The pandemic has presented our kids with a void. They have been separated from friends, the daily rhythms of school or day care, and beloved teachers and caregivers. Into the silence, an onslaught of scary information seeps in. The frightening events of 2020 — police brutality, hundreds of thousands of deaths from COVID-19, economic turmoil, a volatile election — have long-term implications for our children at home, particularly Black girls and girls of color. An atmosphere of helplessness has a lasting impact on what girls — our future leaders — feel they can achieve, which is why we must work to fill the void with fuel for our kids’ imaginations.
The pandemic is likely to influence girls differently than boys. Girls who experience trauma are already more likely to develop post-traumatic stress disorder than boys, and they are also witnessing the women in their lives, who serve as their role model at home, take on the greater share of home-schooling and child care while losing workforce gains at a disproportionately higher rate than men.
Women have long been underrepresented, accounting for only a third of the nation’s elected leaders despite making up 51% of the population. The severe impacts of the recession on women risks a huge hit to our ultimate goal of building a government that looks like the people.
At She Should Run, we are working to change that trajectory. While the future is uncertain, especially with looming concerns around the upcoming election, we know what we need to do to build a healthy democracy. It is critical that we help our girls at home understand that their voice is, in fact, exactly what our country needs. A July study of 1,000 girls conducted by She Should Run and Barbie found that girls are significantly more likely to want to lead if they’ve had regular conversations about leadership.
Here are three conversations to start now.
Bust The Myth — Finally — On Emotional Leadership
Girls at home are witnessing leaders use vulgar language, confusing messages and forceful tactics. While these events have dominated media headlines, parents can change the narrative. Sharing empowering examples of women in leadership — who often get buried in news headlines — and helping girls identify and connect the emotional leadership traits with those they already own, can help them understand the effective power of leading with compassion and empathy.
Girls, in particular, face a number of systemic societal challenges that are potential obstacles to pursuing leadership.
Studies show that countries led by women have had six times fewer COVID-19 deaths than countries led by men. Examples abound: Gov. Gretchen Whitmer of Michigan, who took flack for her early and strict measures to prevent the spread of coronavirus, stood strong to protect the her state’s residents and, as of mid-June, her state was one of only three in the U.S. to be “on track to contain COVID.” In Chicago, Mayor Lori Lightfoot, much to the city’s delight, has used creative means to help enforce restrictions and good-humoredly establish norms that help flatten the curve. And in San Ramon, California, 17-year-old Tiana Day, with support from her father, organized thousands to march across the Golden Gate Bridge for a Black Lives Matter protest in less than 24 hours, demonstrating that teen girls have long been at the forefront of social progress.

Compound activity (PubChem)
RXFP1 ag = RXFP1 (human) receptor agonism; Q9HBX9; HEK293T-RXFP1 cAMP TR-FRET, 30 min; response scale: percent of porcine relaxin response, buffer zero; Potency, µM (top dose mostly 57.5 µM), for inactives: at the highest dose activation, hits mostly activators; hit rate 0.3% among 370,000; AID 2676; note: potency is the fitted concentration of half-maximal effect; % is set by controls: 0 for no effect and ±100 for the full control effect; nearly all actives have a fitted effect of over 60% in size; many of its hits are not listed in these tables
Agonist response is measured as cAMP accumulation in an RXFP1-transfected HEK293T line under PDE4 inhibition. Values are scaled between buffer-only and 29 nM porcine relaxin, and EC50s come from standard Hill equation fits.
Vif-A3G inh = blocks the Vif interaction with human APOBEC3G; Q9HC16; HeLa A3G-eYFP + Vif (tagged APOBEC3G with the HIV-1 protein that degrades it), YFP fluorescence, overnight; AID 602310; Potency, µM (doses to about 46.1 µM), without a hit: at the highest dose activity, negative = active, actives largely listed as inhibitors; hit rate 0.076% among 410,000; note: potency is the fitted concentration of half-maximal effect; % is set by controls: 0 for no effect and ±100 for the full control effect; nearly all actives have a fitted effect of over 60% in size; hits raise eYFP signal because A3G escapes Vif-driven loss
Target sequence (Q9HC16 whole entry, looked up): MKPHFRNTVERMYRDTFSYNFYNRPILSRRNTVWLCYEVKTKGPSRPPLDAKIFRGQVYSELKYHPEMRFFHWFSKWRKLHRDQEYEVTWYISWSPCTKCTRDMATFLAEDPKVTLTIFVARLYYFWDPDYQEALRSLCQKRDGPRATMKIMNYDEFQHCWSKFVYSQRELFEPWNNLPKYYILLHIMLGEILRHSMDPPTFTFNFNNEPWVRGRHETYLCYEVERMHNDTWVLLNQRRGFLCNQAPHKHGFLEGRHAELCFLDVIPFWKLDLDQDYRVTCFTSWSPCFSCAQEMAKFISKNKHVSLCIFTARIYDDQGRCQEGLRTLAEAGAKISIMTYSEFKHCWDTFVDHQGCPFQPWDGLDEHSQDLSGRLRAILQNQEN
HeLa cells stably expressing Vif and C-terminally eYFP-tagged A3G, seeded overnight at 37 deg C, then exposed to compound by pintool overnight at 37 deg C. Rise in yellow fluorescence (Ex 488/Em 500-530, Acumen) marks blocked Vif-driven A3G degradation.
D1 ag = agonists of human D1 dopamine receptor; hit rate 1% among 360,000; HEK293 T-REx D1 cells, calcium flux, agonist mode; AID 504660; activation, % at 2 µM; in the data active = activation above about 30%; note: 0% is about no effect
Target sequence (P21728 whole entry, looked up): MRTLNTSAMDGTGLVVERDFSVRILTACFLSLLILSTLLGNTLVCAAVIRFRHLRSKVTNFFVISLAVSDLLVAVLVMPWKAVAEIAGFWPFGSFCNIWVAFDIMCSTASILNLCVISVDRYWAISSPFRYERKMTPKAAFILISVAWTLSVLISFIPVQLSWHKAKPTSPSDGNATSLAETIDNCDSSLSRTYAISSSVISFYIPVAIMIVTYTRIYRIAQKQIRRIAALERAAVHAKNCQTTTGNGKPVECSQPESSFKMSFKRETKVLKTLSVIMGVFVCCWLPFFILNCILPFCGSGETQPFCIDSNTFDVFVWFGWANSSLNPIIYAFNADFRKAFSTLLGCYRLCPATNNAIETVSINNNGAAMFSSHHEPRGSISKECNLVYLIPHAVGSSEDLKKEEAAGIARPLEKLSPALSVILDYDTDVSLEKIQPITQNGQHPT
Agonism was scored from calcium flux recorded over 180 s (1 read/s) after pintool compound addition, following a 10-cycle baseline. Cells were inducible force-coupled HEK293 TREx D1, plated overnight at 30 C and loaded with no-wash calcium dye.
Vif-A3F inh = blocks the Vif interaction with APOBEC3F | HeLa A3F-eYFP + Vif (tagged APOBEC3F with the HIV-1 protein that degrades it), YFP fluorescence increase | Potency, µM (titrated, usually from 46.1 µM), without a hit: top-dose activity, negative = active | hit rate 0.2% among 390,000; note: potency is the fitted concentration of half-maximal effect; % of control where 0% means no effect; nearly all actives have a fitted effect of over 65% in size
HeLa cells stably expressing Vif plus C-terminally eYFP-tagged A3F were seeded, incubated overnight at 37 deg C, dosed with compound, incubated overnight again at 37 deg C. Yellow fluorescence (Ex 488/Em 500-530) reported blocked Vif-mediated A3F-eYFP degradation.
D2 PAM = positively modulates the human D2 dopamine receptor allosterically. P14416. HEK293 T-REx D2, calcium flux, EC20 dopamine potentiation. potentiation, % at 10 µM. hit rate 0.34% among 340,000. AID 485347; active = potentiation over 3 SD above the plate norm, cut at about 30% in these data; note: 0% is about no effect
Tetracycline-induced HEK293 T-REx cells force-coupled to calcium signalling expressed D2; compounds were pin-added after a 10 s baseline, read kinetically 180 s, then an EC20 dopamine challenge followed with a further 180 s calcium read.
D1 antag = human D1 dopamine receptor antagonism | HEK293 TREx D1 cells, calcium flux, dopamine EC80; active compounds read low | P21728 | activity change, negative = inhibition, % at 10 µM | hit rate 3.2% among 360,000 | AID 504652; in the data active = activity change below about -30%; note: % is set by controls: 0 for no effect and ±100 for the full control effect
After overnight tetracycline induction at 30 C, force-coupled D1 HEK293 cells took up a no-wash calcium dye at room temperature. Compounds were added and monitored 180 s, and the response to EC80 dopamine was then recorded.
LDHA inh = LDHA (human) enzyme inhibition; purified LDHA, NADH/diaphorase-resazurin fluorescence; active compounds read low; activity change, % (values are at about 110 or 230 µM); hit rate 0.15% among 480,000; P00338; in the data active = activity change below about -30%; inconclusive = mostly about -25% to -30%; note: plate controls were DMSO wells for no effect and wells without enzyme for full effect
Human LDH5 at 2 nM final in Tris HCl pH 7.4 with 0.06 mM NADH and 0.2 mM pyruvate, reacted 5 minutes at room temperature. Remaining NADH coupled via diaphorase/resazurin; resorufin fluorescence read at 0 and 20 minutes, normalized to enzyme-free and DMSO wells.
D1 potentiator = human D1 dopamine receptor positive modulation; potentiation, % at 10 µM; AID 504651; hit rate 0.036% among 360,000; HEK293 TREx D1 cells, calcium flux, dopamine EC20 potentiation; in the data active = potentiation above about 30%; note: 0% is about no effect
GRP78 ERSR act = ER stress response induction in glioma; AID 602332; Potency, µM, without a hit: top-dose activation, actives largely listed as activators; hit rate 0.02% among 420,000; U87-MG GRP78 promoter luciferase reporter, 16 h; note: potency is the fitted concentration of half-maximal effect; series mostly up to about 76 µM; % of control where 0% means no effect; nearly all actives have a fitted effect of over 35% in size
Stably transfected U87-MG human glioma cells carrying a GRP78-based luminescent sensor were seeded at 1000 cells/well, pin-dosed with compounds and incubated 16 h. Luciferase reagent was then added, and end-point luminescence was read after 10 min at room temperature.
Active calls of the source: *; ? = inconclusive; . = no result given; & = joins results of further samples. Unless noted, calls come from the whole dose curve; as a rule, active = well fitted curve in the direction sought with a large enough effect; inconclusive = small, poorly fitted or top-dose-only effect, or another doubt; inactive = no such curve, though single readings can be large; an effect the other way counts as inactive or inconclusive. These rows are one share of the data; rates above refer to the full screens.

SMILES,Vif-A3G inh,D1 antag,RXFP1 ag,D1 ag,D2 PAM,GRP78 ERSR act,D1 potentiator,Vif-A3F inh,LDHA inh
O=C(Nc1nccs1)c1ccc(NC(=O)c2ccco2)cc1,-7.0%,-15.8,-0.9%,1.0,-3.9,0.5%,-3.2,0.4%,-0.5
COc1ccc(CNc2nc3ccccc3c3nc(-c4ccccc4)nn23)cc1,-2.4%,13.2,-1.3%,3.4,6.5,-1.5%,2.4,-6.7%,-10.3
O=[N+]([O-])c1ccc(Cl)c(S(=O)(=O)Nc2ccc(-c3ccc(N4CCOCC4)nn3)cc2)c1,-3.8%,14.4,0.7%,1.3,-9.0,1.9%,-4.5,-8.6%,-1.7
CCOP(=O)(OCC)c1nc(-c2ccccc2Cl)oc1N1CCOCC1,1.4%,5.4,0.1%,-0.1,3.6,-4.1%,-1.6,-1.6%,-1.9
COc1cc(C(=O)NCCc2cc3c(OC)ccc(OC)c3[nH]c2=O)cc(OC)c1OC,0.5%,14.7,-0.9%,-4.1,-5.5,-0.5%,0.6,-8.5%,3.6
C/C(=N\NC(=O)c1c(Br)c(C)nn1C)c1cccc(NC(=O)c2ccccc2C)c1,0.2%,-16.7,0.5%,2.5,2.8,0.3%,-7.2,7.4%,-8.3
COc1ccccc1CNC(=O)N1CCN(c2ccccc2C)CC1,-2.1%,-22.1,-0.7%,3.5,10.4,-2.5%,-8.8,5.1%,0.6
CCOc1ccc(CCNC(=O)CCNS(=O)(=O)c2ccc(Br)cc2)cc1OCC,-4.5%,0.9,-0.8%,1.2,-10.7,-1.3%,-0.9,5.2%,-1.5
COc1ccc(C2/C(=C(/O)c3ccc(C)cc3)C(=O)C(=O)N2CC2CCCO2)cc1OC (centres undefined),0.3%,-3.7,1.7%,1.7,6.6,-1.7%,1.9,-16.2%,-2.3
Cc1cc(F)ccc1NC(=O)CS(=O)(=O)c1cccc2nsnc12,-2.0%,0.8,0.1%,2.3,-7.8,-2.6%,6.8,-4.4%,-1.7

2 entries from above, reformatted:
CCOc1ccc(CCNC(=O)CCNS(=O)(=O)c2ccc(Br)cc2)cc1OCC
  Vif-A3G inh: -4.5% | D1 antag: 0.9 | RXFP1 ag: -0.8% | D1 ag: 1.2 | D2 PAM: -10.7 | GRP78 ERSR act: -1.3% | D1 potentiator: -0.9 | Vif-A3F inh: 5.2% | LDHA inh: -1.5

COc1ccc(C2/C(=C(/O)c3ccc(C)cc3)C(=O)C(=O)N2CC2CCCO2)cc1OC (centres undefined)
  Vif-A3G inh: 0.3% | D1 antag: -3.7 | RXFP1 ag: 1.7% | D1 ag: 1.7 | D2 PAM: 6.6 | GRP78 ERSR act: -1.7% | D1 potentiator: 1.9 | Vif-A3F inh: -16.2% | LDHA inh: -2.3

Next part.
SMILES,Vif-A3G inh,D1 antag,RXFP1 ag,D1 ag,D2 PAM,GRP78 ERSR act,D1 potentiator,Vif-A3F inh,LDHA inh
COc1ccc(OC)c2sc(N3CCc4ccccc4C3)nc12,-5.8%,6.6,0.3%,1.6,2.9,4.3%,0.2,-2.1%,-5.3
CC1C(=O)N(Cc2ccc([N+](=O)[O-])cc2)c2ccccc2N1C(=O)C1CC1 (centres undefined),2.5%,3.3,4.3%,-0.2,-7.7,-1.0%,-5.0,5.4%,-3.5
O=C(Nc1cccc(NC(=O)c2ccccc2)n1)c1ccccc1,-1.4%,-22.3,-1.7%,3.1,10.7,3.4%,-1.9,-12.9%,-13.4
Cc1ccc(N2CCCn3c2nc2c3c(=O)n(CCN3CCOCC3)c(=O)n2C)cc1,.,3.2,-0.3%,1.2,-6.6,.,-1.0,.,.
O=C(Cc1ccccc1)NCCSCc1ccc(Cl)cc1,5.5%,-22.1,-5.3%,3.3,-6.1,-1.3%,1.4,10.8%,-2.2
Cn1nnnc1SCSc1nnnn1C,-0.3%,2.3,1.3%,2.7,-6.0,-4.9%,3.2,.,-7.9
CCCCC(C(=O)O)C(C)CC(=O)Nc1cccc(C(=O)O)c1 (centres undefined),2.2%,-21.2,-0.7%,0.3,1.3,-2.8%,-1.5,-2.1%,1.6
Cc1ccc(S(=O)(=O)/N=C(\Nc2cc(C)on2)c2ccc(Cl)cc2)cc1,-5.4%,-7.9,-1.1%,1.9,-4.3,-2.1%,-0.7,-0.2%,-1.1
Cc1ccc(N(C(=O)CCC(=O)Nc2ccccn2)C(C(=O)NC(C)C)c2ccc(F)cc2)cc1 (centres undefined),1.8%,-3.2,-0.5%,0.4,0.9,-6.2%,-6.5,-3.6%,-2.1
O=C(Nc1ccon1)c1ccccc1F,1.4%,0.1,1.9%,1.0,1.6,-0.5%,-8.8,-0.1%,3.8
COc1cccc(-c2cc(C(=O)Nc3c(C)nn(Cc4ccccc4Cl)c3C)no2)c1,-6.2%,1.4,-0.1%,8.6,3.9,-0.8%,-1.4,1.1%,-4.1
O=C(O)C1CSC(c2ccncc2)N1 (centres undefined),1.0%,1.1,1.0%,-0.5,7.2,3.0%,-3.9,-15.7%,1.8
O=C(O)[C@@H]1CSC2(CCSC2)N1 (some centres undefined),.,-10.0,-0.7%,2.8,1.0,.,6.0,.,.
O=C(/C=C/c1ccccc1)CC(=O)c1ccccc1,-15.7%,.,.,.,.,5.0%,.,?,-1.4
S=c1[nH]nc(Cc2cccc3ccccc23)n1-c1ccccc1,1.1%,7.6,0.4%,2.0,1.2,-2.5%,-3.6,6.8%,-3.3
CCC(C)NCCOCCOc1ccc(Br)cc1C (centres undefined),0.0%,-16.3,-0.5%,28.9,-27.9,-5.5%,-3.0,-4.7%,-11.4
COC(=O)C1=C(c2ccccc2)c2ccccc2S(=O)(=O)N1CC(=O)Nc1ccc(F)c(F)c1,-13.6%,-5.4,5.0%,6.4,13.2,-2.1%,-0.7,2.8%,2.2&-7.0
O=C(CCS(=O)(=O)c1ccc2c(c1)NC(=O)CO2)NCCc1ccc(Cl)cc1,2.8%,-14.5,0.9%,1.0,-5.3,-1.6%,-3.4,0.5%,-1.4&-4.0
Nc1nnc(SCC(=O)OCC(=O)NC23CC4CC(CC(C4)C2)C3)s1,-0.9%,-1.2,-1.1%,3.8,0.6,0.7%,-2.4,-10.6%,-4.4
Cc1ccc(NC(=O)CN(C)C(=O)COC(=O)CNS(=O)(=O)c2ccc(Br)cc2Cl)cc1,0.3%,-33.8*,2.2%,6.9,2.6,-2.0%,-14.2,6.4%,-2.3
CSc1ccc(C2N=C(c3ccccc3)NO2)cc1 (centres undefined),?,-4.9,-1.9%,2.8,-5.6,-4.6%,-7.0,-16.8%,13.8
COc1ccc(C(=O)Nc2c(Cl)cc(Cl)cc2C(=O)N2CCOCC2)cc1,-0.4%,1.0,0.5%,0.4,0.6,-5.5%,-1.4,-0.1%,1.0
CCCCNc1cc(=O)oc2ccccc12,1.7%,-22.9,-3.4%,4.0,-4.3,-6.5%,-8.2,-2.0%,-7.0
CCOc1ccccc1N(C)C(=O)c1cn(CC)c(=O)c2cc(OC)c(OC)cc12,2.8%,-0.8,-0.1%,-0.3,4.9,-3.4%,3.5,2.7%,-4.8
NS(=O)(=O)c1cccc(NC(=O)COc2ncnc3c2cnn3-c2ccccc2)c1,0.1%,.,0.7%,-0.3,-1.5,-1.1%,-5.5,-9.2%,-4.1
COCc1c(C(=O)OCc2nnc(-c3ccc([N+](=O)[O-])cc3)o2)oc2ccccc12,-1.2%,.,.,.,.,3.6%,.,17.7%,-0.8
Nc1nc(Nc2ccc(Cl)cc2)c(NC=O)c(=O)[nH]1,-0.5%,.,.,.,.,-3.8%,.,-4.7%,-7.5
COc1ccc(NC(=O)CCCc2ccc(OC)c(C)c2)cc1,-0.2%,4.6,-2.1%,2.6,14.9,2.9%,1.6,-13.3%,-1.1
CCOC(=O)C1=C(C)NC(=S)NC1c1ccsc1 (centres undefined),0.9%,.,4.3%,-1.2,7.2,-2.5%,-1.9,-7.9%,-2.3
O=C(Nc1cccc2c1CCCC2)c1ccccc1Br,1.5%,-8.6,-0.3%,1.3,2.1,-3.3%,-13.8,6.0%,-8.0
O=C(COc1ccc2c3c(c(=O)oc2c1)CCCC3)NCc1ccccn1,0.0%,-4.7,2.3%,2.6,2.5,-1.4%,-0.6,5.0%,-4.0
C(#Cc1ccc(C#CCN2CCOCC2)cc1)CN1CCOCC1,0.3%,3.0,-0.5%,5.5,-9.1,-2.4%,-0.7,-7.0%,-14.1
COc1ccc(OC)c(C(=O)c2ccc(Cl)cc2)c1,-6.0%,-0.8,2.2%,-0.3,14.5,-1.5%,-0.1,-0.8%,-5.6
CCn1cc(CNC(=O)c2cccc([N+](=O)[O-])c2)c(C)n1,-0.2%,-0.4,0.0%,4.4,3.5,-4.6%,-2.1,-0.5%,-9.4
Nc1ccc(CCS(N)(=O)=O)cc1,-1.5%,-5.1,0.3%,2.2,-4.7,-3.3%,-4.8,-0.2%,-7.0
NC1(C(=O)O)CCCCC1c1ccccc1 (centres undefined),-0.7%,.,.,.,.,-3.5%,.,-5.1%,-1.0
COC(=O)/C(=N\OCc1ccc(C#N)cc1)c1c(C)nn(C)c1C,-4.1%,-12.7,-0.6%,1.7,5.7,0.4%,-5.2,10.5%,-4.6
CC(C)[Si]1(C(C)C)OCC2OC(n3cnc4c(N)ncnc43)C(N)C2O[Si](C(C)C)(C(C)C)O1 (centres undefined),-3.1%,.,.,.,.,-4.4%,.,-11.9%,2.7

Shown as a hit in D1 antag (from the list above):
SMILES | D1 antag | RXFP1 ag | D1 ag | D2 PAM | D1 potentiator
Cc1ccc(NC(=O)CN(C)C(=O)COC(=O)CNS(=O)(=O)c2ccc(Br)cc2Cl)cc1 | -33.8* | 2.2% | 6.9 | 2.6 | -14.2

Overcome Challenges By Naming Them
By the time children start elementary school, gender and race shape their lives in many ways. Girls, in particular, face a number of systemic societal challenges that are potential obstacles to pursuing leadership. Our research shows that racial equality is by far the top issue concerning Black girls, while bullying is a concern for Latinas more than other ethnic groups. These systems of power are barriers to leadership, yes, but with active conversation, we can help girls name them, explore their voice, and discover how to connect their experiences with solutions.
Healthy conversations at home such as these, can also shift the types of conversations girls have with each other, strengthening supportive peer networks, just as we saw women supporting each other on the floor of Congress recently to speak out against sexism and bullying.
Introduce Guided Role-Play
For very young girls, play is also an important way to express themselves and work through their feelings in the face of adversity. That’s why we’ve again partnered with Barbie to launch the Barbie 2020 Campaign Team, a set of four diverse dolls with career roles strategic to a winning campaign: a candidate, a campaign manager, a fundraiser, and a voter, to help young girls imagine their possible future active roles in politics. She Should Run’s Help Her Lead curriculum, supported in part by the Barbie Dream Gap Project, helps adults foster more healthy conversations about leadership, such as how girls play, at home. The “You Can Be Anything” worksheet, for example, empowers girls to “try out” different roles of a presidential campaign team, and trigger critical thinking around the ways girls can work together, in a safe and confidence-building way.
As role models, we have an opportunity to help girls see the multitude of ways they can channel their energy for change. There is so much that we, too, can learn with them, if we let girls lead the way. Giving ourselves the space to think, feel, and stay focused on the role we each play to build a very different future — no matter what comes our way. This intention will enable us to translate our beliefs and passion into real, meaningful action — and in doing so, inspire the next generation of female leaders, setting us on a stronger path to gender equality.
Erin Loos Cutraro is the founder and CEO of She Should Run, a nonpartisan nonprofit promoting leadership and encouraging women from all walks of life to run for public office.